Artemis and Dianne Reeves at NJPAC

The TD James Moody Jazz Festival is celebrating 10 years, and the relief and joy of both the performers and the audience was palpable. NJPAC is a lovely hall, good sound, good vibes all-around.

Artemis is a supergroup of hot players that scans as a collective, but the music director and MC is the experienced Renee Rosnes, who has played with seemingly every consecrated mainstream jazz master. Anat Cohen, Ingrid Jensen, and Nicole Glover tell their stories in the front line, Noriko Ueda and Allison Miller are the engine room.

A group like this is not necessarily organic, but I always like hearing people who wouldn’t automatically play together work it out in real time. Indeed, the members of Artemis are more diverse aesthetically than the Blue Note confabs two generations ago such as Out of the Blue or Superblue. (Trivia: I bought Superblue 2 on cassette tape in 1989, with Renee Rosnes on piano.) The repertoire is varied but the intent is unified.

Set list:

“Galapagos” (Rosnes) — a burning modal fanfare, everyone got a say. Clarinet, Trumpet, and Tenor is reasonably unusual, but the impact was similar to any good hard bop sextet.

“Step Forward” (Ueda) — jokes about early piano lessons (Debussy’s “Doctor Gradus ad Parnassum” lurks in the background) moves into a fast and pretty waltz.

“Nocturnal” (Cohen) — Cohen showed off her skills as a colorist in the Ellington line in a moody number.

“Big Top” (Rosnes) — a multi-sectional showstopper, the highlight of the set. Even a bit of the AACM was present in the circus touches. However, when it comes time to play serious uptempo jazz, the cats in Artemis throw down. Jensen really is one of the best trumpeters around.

“The Fool on the Hill” (arr. Jensen) — A Beatles classic in Jensen’s slow and chromatic reharmonization.

“The Procrastinator” (Lee Morgan) — I suspect Rosnes did this arrangement, with an exotic piano intro and an emphasis on parallel harmony. By this time everyone was all the way in gear; Glover tore the changes completely apart.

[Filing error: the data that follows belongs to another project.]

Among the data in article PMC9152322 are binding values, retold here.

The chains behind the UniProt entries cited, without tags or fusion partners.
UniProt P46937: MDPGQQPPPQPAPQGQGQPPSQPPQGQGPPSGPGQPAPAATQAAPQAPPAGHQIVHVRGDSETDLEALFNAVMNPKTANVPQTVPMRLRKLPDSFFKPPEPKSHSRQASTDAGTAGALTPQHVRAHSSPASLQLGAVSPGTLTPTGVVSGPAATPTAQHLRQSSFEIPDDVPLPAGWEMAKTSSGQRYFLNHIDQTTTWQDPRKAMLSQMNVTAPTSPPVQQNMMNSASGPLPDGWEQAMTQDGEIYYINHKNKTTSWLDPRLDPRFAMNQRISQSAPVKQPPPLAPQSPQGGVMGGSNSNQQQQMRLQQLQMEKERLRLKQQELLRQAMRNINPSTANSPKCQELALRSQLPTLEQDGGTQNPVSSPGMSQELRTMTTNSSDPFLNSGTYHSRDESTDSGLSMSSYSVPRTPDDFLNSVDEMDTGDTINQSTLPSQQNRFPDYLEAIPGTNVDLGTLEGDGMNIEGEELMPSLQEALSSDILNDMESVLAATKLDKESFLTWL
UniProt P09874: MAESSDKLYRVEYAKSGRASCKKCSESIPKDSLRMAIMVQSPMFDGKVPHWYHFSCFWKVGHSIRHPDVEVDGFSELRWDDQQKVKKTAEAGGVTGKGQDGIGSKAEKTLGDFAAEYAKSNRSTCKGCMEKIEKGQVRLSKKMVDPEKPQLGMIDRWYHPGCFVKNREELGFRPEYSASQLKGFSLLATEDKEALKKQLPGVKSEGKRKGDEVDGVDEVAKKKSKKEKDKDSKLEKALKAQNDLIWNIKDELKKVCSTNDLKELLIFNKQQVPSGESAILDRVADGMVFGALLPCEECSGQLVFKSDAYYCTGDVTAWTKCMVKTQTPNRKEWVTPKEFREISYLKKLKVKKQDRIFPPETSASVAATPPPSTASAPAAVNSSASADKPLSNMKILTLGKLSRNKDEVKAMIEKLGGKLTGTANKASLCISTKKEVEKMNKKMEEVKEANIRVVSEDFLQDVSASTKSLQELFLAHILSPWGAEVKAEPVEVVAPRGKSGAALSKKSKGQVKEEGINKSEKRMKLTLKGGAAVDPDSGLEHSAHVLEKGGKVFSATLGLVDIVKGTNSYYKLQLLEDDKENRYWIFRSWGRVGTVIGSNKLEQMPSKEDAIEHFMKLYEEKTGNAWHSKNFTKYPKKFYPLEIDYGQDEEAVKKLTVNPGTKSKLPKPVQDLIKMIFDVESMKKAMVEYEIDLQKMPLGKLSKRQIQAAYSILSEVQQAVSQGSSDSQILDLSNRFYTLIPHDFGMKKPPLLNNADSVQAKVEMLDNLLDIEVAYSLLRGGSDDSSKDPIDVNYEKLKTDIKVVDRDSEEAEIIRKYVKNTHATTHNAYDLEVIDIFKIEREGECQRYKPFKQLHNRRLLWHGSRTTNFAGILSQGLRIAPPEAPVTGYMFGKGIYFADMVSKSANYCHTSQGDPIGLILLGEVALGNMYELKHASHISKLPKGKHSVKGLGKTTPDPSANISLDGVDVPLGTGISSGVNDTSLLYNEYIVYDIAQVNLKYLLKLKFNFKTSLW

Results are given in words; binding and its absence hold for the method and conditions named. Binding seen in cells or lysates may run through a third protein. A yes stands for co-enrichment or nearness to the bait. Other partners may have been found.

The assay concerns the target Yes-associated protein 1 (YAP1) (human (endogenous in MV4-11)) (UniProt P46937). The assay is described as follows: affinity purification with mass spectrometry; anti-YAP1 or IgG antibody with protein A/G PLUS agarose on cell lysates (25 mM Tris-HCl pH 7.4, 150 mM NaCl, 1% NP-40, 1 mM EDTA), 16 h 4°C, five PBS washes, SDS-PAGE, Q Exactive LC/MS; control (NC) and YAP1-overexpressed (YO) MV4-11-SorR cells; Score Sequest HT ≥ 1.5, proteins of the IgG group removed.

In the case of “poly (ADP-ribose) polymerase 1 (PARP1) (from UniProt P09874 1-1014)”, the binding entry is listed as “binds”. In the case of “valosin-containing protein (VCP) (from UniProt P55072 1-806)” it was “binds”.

“Goddess of the Hunt” (Miller) — another notably strong original. As with “Big Top” this kind sprawling form suits the band. Miller was dynamite throughout, and the drum solos were crowd-pleasers, but I’ve heard some of Miller’s own records, and I wouldn’t object if some of her more avant and pop tendencies pushed further into the mix as Artemis evolves. During the piano solo, Rosnes played some truly impossible double-time runs.


Diane Reeves’s fine band included Romero Lubambo, Peter Martin, Ben Williams, and Terreon Gully. They walked through a casual “Alone Together” to warm up with before Reeves came out. Her opening rubato a cappella statement on “Stella by Starlight” was one of the most beautiful things I’ve ever heard. Perfect pitch, perfect sound, wide range, direct emotion.

Josh Redman told me once, “The only person I don’t want to follow at a jazz festival is Diane Reeves,” and by the end of the set, I could see why. This audience was in the palm of her hand, she put everyone on the same page, preaching the truth of love and forgiveness.

I didn’t know every tune, but was surprised to hear Pat Metheny’s “Minuano,” which featured a strong scat solo from Reeves. (Trivia: I bought Still Life/Talking on LP in 1988.) There was a Brazilian theme throughout; of course Lubambo is a master Brazilian guitarist, and at the end Reeves said her next album will be all-Brazilian.

Other highlights included “A Time for Love,” duo with Lubambo, and Peter Martin’s rather astonishing opening cadenza to “Infant Eyes.” The band was grooving hard. It was apparently Williams’s first gig with the group and he offered serious vibes on both acoustic and electric bass. Gully played the room, played a “singer’s gig,” but a few happily esoteric fills confirmed his status as one of the heavy cats.

It was so nice to go out and hear a serious concert!